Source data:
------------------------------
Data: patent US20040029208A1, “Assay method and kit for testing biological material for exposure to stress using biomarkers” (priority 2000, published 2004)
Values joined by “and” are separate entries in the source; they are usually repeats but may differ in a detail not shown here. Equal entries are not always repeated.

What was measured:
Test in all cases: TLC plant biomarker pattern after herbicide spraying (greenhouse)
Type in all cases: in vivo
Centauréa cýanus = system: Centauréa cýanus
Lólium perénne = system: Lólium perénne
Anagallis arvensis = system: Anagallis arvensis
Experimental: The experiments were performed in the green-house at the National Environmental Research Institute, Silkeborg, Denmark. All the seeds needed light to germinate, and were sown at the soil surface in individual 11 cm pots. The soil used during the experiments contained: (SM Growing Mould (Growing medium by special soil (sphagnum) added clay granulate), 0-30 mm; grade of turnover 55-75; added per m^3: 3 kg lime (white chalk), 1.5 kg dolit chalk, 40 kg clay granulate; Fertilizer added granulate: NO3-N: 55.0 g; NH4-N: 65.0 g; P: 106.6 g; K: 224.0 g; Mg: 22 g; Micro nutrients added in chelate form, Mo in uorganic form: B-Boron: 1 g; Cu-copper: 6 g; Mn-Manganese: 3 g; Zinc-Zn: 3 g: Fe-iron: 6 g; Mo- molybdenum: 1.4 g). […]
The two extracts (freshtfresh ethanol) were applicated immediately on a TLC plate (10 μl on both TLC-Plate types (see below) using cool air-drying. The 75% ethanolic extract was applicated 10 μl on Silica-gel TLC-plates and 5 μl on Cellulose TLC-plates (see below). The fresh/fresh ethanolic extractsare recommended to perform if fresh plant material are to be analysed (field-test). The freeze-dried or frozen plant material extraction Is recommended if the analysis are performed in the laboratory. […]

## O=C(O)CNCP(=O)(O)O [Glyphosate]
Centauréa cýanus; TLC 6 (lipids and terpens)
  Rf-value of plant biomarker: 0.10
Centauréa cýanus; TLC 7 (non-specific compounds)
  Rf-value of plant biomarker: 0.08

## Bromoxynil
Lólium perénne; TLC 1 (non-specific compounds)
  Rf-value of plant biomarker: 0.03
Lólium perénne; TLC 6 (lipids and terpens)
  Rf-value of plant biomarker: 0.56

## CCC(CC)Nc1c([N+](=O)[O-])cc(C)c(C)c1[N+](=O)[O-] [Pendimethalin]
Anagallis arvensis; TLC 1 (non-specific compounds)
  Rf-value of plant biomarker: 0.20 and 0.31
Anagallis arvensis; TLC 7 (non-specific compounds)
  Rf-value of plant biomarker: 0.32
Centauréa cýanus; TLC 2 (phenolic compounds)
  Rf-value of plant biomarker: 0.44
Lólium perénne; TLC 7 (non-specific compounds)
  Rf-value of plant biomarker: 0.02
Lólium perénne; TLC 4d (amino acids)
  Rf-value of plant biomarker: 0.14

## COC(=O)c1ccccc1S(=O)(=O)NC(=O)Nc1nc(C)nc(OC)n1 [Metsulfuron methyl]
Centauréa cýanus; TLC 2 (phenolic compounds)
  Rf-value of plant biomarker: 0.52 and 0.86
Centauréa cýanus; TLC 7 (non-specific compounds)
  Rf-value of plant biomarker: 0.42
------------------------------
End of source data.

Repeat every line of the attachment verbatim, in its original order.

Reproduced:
Data: patent US20040029208A1, “Assay method and kit for testing biological material for exposure to stress using biomarkers” (priority 2000, published 2004)
Values joined by “and” are separate entries in the source; they are usually repeats but may differ in a detail not shown here. Equal entries are not always repeated.

What was measured:
Test in all cases: TLC plant biomarker pattern after herbicide spraying (greenhouse)
Type in all cases: in vivo
Centauréa cýanus = system: Centauréa cýanus
Lólium perénne = system: Lólium perénne
Anagallis arvensis = system: Anagallis arvensis
Experimental: The experiments were performed in the green-house at the National Environmental Research Institute, Silkeborg, Denmark. All the seeds needed light to germinate, and were sown at the soil surface in individual 11 cm pots. The soil used during the experiments contained: (SM Growing Mould (Growing medium by special soil (sphagnum) added clay granulate), 0-30 mm; grade of turnover 55-75; added per m^3: 3 kg lime (white chalk), 1.5 kg dolit chalk, 40 kg clay granulate; Fertilizer added granulate: NO3-N: 55.0 g; NH4-N: 65.0 g; P: 106.6 g; K: 224.0 g; Mg: 22 g; Micro nutrients added in chelate form, Mo in uorganic form: B-Boron: 1 g; Cu-copper: 6 g; Mn-Manganese: 3 g; Zinc-Zn: 3 g: Fe-iron: 6 g; Mo- molybdenum: 1.4 g). […]
The two extracts (freshtfresh ethanol) were applicated immediately on a TLC plate (10 μl on both TLC-Plate types (see below) using cool air-drying. The 75% ethanolic extract was applicated 10 μl on Silica-gel TLC-plates and 5 μl on Cellulose TLC-plates (see below). The fresh/fresh ethanolic extractsare recommended to perform if fresh plant material are to be analysed (field-test). The freeze-dried or frozen plant material extraction Is recommended if the analysis are performed in the laboratory. […]

## O=C(O)CNCP(=O)(O)O [Glyphosate]
Centauréa cýanus; TLC 6 (lipids and terpens)
  Rf-value of plant biomarker: 0.10
Centauréa cýanus; TLC 7 (non-specific compounds)
  Rf-value of plant biomarker: 0.08

## Bromoxynil
Lólium perénne; TLC 1 (non-specific compounds)
  Rf-value of plant biomarker: 0.03
Lólium perénne; TLC 6 (lipids and terpens)
  Rf-value of plant biomarker: 0.56

## CCC(CC)Nc1c([N+](=O)[O-])cc(C)c(C)c1[N+](=O)[O-] [Pendimethalin]
Anagallis arvensis; TLC 1 (non-specific compounds)
  Rf-value of plant biomarker: 0.20 and 0.31
Anagallis arvensis; TLC 7 (non-specific compounds)
  Rf-value of plant biomarker: 0.32
Centauréa cýanus; TLC 2 (phenolic compounds)
  Rf-value of plant biomarker: 0.44
Lólium perénne; TLC 7 (non-specific compounds)
  Rf-value of plant biomarker: 0.02
Lólium perénne; TLC 4d (amino acids)
  Rf-value of plant biomarker: 0.14

## COC(=O)c1ccccc1S(=O)(=O)NC(=O)Nc1nc(C)nc(OC)n1 [Metsulfuron methyl]
Centauréa cýanus; TLC 2 (phenolic compounds)
  Rf-value of plant biomarker: 0.52 and 0.86
Centauréa cýanus; TLC 7 (non-specific compounds)
  Rf-value of plant biomarker: 0.42